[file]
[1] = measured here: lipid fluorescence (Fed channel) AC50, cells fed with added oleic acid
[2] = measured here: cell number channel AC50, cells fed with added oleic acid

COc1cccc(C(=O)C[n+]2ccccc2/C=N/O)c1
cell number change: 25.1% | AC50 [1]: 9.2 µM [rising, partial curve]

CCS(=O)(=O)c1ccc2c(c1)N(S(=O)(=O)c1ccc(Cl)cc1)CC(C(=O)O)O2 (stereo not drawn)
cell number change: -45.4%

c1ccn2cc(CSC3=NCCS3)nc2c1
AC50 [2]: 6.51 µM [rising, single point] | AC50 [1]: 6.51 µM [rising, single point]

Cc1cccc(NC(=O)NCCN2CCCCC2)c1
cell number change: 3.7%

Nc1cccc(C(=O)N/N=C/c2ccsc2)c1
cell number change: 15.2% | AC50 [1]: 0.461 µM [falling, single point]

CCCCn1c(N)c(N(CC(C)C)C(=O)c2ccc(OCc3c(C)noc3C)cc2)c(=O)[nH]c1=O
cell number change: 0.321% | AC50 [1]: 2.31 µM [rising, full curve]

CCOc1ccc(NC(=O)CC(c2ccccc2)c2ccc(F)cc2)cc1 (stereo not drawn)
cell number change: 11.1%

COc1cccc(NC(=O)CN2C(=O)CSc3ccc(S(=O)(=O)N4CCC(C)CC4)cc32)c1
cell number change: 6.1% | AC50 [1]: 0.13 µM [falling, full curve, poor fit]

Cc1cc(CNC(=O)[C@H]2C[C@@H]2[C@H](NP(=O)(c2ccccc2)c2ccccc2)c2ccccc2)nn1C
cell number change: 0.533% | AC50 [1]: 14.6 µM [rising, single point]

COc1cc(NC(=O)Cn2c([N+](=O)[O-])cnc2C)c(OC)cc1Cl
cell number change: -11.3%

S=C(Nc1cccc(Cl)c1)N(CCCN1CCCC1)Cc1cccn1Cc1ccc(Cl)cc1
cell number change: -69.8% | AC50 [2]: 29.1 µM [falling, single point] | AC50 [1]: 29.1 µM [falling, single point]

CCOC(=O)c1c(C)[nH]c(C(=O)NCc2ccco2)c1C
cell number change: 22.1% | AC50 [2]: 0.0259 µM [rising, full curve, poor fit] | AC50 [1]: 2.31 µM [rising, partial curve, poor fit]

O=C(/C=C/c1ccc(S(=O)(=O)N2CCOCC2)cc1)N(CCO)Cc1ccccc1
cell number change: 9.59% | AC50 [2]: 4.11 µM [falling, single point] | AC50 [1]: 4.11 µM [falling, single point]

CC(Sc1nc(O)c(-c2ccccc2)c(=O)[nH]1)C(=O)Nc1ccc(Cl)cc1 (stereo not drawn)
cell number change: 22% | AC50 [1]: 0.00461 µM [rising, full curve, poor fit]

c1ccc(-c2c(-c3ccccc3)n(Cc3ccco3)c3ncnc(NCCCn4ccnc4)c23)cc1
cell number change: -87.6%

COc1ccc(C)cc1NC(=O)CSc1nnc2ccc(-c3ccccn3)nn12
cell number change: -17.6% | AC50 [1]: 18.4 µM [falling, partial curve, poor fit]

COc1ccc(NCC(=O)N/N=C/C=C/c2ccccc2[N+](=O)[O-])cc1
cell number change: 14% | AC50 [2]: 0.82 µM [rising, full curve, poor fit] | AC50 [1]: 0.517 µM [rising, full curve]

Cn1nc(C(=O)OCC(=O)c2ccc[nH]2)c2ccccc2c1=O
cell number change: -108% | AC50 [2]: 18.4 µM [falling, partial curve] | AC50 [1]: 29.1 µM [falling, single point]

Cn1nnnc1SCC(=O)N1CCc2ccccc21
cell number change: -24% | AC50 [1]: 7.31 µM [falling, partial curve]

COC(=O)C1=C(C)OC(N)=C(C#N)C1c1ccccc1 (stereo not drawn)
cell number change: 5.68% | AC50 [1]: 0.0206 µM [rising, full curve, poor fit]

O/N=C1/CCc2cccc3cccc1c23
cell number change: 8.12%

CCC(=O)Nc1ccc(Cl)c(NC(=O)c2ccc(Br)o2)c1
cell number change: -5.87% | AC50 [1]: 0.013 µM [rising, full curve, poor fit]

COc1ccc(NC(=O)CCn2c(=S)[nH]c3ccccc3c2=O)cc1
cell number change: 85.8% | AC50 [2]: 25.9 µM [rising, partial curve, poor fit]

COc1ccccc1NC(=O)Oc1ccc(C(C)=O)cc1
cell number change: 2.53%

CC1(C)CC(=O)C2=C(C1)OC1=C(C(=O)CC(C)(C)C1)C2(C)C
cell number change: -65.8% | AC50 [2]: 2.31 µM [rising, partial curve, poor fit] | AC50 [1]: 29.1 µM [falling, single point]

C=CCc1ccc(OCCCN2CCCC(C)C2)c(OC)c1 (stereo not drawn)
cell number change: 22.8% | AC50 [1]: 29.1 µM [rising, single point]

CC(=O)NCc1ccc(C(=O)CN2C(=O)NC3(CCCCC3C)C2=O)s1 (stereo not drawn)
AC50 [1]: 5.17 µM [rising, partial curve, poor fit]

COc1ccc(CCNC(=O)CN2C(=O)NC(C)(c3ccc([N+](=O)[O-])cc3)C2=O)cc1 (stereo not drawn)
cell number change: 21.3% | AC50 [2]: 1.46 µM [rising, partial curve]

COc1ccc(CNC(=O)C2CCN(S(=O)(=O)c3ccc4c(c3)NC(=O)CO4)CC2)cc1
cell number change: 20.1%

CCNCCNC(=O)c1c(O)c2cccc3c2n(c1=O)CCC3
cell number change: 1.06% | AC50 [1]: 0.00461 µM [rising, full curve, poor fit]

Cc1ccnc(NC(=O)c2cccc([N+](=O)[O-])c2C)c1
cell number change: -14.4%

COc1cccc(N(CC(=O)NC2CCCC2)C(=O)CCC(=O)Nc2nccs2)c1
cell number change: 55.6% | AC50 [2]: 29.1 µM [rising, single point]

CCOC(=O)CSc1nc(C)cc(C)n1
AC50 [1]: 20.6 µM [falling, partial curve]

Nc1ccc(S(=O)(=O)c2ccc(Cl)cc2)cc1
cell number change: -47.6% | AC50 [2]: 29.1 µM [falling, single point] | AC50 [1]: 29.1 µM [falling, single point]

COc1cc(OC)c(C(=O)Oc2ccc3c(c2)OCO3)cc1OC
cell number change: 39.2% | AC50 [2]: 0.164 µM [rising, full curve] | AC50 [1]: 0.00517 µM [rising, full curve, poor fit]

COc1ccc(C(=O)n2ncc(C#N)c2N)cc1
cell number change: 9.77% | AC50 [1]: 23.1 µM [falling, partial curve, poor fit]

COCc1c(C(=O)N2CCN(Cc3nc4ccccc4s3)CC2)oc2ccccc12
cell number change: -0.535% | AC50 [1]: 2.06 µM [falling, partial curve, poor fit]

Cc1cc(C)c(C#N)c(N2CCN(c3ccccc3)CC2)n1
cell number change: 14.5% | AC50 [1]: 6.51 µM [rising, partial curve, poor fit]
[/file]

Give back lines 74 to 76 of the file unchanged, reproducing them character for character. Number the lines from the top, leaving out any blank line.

cell number change: 9.77% | AC50 [1]: 23.1 µM [falling, partial curve, poor fit]

COCc1c(C(=O)N2CCN(Cc3nc4ccccc4s3)CC2)oc2ccccc12
cell number change: -0.535% | AC50 [1]: 2.06 µM [falling, partial curve, poor fit]